Viktor Hovland’s hilariously humble PGA Tour growth revealed ahead of Tour Championship
Viktor Hovland’s game has grown tremendously in the last year. He went from the PGA Tour player who struggled with his short game to shooting a 61 at the BMW Championship to win his first FedEx Cup playoff event. Now he is No. 2 in FedEx Cup points and will start at 8-under for the Tour Championship.
This season has seen him grow as a player on and off the course. The former Oklahoma State Cowboy has transformed his short game, and it appears he trusts it more than ever.
“More overall confidence, I think, more peace. It helps being able to chip the ball,” Hovland said. “Just my all around game feels a little bit more complete.”
The 25-year-old’s worst finish at a major this year came in Los Angeles at L.A. Country Club. He finished 19th. Hovland was T7 in Augusta, T2 at the PGA Championship and T13 at The Open. On the season, the five-time PGA Tour winner has eight top 10s and 17 top 25s. He is one of the only players to go 22-of-22 in events, not missing a single cut.
“I think amassing really good experiences over the last year, being in contention, failing in contention, being in contention and succeeding in contention,” Hovland said. “I think that’s been cool to try to learn from any experience, whether it’s not finishing well on a Sunday or what happened, what went wrong, what can I learn from it. I feel like I’ve used those opportunities to get better the next time around.”
Two wins on the season at the Memorial and last week at the BMW Championship. Those are some of the most challenging tracks the PGA Tour played this season, and Hovland made them look easy.
That ability to tackle the demanding courses comes from growth and confidence.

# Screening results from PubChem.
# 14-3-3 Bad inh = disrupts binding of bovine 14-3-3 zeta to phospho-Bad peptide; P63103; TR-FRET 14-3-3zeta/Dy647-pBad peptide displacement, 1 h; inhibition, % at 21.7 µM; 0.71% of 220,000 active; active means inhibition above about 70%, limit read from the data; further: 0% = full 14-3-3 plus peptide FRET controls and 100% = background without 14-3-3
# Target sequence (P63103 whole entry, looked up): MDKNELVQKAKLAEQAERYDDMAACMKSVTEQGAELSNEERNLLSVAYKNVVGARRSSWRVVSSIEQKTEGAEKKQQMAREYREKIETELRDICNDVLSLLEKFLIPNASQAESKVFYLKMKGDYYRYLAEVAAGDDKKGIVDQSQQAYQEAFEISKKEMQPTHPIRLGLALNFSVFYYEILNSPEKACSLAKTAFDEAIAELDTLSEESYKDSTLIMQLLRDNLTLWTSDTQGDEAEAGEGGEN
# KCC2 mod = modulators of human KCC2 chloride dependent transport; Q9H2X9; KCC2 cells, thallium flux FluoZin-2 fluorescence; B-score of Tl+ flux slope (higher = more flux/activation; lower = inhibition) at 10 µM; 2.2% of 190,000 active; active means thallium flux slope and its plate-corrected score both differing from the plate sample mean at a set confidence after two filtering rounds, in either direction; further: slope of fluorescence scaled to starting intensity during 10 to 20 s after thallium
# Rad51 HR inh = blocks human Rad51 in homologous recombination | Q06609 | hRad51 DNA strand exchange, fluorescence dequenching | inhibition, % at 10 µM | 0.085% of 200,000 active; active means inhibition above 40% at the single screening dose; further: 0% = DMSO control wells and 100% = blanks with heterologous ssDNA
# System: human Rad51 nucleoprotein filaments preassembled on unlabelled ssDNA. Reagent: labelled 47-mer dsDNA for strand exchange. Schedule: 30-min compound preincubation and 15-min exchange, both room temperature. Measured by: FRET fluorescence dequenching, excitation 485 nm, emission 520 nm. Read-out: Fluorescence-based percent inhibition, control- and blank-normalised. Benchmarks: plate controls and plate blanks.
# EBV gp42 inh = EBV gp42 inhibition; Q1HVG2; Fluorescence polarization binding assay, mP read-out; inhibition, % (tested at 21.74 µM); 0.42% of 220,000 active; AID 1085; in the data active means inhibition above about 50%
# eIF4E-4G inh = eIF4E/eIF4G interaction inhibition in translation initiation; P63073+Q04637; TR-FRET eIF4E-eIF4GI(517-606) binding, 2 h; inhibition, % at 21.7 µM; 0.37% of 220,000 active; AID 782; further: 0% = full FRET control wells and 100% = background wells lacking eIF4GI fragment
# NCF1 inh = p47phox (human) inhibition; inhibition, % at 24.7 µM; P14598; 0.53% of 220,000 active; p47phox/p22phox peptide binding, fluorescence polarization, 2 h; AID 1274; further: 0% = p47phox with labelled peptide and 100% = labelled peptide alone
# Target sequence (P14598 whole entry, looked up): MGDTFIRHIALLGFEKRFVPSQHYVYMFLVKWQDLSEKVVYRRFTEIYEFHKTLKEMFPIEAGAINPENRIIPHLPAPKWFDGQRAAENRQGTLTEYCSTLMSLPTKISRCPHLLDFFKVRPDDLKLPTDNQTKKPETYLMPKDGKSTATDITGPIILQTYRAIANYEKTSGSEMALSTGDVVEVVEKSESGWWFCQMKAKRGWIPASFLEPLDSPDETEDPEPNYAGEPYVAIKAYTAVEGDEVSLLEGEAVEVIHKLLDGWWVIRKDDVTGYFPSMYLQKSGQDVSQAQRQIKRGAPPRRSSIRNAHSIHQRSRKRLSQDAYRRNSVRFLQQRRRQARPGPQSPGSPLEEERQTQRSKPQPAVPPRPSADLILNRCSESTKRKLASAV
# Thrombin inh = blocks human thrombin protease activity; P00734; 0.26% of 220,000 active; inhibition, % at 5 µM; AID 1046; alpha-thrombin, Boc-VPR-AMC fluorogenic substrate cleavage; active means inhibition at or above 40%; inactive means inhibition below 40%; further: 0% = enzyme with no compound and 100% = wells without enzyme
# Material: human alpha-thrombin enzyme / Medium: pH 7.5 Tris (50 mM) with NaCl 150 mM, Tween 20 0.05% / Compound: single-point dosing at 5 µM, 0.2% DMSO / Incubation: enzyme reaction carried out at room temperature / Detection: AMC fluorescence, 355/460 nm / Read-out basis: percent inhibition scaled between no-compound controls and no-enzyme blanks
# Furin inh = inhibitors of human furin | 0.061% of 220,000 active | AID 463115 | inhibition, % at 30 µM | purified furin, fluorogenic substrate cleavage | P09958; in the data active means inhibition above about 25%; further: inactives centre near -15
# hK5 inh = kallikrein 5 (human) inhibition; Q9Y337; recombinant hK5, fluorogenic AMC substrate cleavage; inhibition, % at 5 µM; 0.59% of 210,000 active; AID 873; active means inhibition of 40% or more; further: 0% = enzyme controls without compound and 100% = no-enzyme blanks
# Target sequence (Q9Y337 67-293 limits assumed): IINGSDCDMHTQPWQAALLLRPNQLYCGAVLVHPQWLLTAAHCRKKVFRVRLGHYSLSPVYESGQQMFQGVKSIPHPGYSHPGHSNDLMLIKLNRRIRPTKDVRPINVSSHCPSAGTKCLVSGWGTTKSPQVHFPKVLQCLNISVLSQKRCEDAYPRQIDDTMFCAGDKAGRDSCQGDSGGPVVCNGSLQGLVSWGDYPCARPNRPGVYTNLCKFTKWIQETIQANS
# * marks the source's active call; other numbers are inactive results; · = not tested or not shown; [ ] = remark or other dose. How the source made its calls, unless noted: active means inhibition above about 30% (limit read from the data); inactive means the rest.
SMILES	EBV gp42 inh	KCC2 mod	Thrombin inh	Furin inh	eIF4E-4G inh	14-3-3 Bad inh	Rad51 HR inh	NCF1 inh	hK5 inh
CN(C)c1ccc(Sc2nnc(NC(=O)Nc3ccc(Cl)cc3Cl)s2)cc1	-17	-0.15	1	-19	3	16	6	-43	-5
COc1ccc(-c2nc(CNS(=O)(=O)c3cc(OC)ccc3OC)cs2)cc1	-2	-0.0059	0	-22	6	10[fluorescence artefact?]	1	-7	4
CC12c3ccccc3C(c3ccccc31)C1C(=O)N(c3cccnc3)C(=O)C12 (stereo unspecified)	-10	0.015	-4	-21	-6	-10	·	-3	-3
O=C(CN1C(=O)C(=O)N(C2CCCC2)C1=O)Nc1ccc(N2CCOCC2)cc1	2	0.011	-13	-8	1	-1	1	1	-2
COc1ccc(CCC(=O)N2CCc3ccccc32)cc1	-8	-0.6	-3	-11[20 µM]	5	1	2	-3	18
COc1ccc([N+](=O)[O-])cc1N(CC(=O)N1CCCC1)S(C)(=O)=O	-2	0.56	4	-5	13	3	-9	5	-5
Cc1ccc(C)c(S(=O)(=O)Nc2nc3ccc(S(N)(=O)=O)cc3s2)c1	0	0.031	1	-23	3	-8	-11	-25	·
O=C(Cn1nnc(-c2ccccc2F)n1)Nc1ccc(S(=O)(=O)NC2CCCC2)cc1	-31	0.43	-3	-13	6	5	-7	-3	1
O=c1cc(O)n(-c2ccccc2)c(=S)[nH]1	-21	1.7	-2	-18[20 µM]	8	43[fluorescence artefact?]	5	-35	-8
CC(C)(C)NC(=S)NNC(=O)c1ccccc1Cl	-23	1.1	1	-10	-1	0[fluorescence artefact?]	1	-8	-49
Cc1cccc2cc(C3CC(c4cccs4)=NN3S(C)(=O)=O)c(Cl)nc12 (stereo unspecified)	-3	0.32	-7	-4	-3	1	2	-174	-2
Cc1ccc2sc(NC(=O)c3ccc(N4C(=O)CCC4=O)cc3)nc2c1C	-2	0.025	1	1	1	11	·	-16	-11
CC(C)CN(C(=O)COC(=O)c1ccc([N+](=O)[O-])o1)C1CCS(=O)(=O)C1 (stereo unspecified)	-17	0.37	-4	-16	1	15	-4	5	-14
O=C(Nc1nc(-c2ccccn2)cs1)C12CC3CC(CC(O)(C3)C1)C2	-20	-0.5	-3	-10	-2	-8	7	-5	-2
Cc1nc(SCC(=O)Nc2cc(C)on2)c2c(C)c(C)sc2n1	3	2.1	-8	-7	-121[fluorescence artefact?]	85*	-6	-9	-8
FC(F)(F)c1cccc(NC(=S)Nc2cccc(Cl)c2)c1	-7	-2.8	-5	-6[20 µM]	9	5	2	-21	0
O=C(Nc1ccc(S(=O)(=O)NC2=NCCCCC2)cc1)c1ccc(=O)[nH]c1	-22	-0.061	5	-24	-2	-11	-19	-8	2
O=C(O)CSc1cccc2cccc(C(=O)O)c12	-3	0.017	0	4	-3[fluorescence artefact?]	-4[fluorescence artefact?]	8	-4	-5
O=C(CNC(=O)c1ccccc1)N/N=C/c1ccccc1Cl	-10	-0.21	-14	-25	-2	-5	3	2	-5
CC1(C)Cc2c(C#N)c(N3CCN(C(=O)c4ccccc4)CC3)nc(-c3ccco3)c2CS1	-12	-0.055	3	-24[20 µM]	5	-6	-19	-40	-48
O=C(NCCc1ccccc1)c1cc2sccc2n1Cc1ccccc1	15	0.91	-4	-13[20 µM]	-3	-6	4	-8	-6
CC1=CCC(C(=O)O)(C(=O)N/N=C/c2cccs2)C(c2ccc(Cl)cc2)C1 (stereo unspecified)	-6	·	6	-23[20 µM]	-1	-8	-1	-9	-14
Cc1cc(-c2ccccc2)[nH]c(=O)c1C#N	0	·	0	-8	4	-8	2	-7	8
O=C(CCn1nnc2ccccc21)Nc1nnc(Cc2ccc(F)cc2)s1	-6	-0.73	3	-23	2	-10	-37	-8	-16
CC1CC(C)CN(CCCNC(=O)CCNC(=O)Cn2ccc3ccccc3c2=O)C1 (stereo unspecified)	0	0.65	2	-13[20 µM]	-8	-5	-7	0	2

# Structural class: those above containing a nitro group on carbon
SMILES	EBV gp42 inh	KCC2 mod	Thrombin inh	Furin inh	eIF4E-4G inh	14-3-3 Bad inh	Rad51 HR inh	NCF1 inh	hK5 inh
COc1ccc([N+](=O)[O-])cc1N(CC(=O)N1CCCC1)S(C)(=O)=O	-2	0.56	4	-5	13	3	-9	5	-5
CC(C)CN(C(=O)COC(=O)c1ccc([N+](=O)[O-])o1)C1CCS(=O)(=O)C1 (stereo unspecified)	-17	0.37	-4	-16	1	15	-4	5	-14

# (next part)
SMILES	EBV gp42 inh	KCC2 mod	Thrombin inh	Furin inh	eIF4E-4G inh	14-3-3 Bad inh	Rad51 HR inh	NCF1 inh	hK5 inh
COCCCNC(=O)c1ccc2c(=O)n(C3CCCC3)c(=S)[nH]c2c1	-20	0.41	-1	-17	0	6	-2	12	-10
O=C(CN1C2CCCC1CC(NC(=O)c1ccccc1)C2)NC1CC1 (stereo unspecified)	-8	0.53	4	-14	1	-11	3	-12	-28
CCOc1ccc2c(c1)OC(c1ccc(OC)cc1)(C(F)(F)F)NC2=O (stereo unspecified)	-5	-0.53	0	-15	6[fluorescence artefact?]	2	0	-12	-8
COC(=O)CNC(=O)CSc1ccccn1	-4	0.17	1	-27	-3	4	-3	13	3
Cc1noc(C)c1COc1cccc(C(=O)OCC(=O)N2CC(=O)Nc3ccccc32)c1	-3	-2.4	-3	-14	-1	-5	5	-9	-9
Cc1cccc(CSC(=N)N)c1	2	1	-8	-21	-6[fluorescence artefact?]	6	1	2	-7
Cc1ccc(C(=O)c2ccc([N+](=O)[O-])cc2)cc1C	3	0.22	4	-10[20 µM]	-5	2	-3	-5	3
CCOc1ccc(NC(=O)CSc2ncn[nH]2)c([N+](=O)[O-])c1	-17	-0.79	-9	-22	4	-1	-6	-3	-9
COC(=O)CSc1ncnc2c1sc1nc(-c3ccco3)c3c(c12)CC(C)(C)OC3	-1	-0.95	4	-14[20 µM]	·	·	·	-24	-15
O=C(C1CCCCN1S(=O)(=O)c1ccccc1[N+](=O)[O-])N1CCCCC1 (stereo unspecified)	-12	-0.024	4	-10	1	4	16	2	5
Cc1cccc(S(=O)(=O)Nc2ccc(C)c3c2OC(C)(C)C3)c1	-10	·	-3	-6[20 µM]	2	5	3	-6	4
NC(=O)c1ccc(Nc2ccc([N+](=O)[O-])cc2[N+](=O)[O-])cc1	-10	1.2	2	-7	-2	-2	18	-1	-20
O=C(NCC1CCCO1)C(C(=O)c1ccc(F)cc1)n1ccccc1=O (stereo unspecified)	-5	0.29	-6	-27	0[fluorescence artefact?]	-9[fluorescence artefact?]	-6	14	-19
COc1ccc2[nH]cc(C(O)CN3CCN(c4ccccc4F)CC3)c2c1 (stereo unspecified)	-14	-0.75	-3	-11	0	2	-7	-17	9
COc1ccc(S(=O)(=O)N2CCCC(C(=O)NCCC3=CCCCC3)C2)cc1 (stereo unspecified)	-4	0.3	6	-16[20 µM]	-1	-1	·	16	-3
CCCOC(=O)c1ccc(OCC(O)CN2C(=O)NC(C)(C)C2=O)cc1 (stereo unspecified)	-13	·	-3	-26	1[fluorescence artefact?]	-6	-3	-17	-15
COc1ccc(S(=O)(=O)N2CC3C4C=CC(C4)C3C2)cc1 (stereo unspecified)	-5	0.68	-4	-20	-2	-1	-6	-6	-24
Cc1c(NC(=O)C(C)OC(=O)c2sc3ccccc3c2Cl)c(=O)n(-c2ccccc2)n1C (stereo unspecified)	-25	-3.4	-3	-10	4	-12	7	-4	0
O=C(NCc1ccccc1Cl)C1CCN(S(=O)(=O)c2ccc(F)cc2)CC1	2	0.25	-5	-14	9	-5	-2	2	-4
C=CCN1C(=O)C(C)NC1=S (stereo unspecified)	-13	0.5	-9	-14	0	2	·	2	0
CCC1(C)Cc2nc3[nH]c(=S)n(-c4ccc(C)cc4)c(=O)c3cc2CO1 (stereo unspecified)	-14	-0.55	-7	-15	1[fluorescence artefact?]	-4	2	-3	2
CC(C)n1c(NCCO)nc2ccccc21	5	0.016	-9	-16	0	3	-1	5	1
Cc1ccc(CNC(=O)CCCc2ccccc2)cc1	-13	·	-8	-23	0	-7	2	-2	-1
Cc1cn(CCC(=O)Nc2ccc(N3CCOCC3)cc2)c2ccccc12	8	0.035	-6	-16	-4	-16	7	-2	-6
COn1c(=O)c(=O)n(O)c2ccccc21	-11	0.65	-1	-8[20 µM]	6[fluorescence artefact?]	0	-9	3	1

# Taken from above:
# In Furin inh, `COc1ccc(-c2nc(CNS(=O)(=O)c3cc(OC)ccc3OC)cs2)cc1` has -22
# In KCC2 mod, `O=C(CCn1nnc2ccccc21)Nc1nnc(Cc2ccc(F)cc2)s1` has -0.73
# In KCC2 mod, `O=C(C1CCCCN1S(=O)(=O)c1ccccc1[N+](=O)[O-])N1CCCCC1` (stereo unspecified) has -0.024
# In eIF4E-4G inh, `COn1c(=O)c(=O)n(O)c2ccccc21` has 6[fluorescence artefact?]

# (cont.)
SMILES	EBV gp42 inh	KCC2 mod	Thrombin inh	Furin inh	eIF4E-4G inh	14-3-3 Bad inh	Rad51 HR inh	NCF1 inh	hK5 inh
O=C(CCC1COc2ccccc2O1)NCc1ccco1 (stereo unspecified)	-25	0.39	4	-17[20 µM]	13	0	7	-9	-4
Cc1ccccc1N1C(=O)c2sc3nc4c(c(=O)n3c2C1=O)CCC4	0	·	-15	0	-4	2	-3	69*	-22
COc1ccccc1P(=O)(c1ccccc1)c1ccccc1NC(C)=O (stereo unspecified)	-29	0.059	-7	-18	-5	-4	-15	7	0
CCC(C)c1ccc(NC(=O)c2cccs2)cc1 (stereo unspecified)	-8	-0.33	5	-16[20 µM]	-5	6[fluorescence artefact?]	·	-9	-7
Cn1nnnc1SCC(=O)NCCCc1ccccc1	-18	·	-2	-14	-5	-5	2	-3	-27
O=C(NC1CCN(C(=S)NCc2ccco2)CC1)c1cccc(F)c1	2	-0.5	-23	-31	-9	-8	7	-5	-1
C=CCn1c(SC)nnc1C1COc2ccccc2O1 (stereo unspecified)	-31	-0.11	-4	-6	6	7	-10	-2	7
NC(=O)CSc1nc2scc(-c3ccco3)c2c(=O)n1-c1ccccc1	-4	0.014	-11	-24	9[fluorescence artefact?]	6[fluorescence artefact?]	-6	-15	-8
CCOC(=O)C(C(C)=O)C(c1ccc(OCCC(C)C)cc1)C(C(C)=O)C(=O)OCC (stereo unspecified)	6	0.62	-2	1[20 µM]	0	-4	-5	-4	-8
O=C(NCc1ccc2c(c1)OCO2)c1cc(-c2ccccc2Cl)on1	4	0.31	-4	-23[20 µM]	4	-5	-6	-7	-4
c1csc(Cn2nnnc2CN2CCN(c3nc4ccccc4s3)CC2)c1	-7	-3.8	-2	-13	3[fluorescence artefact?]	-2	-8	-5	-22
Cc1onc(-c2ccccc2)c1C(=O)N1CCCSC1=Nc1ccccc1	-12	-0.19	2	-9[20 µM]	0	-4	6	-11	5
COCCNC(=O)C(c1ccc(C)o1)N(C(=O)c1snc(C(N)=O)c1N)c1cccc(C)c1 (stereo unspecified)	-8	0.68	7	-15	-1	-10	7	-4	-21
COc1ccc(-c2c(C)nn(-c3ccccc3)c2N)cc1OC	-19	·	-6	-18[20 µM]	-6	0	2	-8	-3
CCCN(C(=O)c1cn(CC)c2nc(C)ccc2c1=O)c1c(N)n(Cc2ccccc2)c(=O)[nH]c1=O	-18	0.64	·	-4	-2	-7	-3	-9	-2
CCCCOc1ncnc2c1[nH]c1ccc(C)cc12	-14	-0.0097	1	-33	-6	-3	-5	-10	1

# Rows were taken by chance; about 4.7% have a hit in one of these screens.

“If you want to get to the next level, you have to look introspectively,” Hovland said.
“You realize that, ‘Okay, when I’m in these moments and things are not going my way, I’m maybe reacting a little bit too much to it.’ You have a choice whether you want to react to that shot and make it affect the next shot or the next few holes, or you can use that motivation or energy into something better.”
He has altered his mindset to help on the course, and it’s taken work.
“I think when you try to be honest with yourself and ask yourself, ‘Okay, how can I get better,’ I have to force myself to change a couple of these mindset things,” Hovland said. “To some people, it comes natural. It hasn’t come natural to me, at least to that extent, so that’s something I have to work on.”
The Memorial champion will have his best start at East Lake. Will that growth help him put his name in the history books as the next FedEx Cup champion?
Savannah Leigh Richardson is a golf staff writer for SB Nation’s Playing Through. You can follow her on Twitter @SportsGirlSL and Instagram @savannah_leigh_sports for more golf coverage. Be sure to check out @_PlayingThrough too.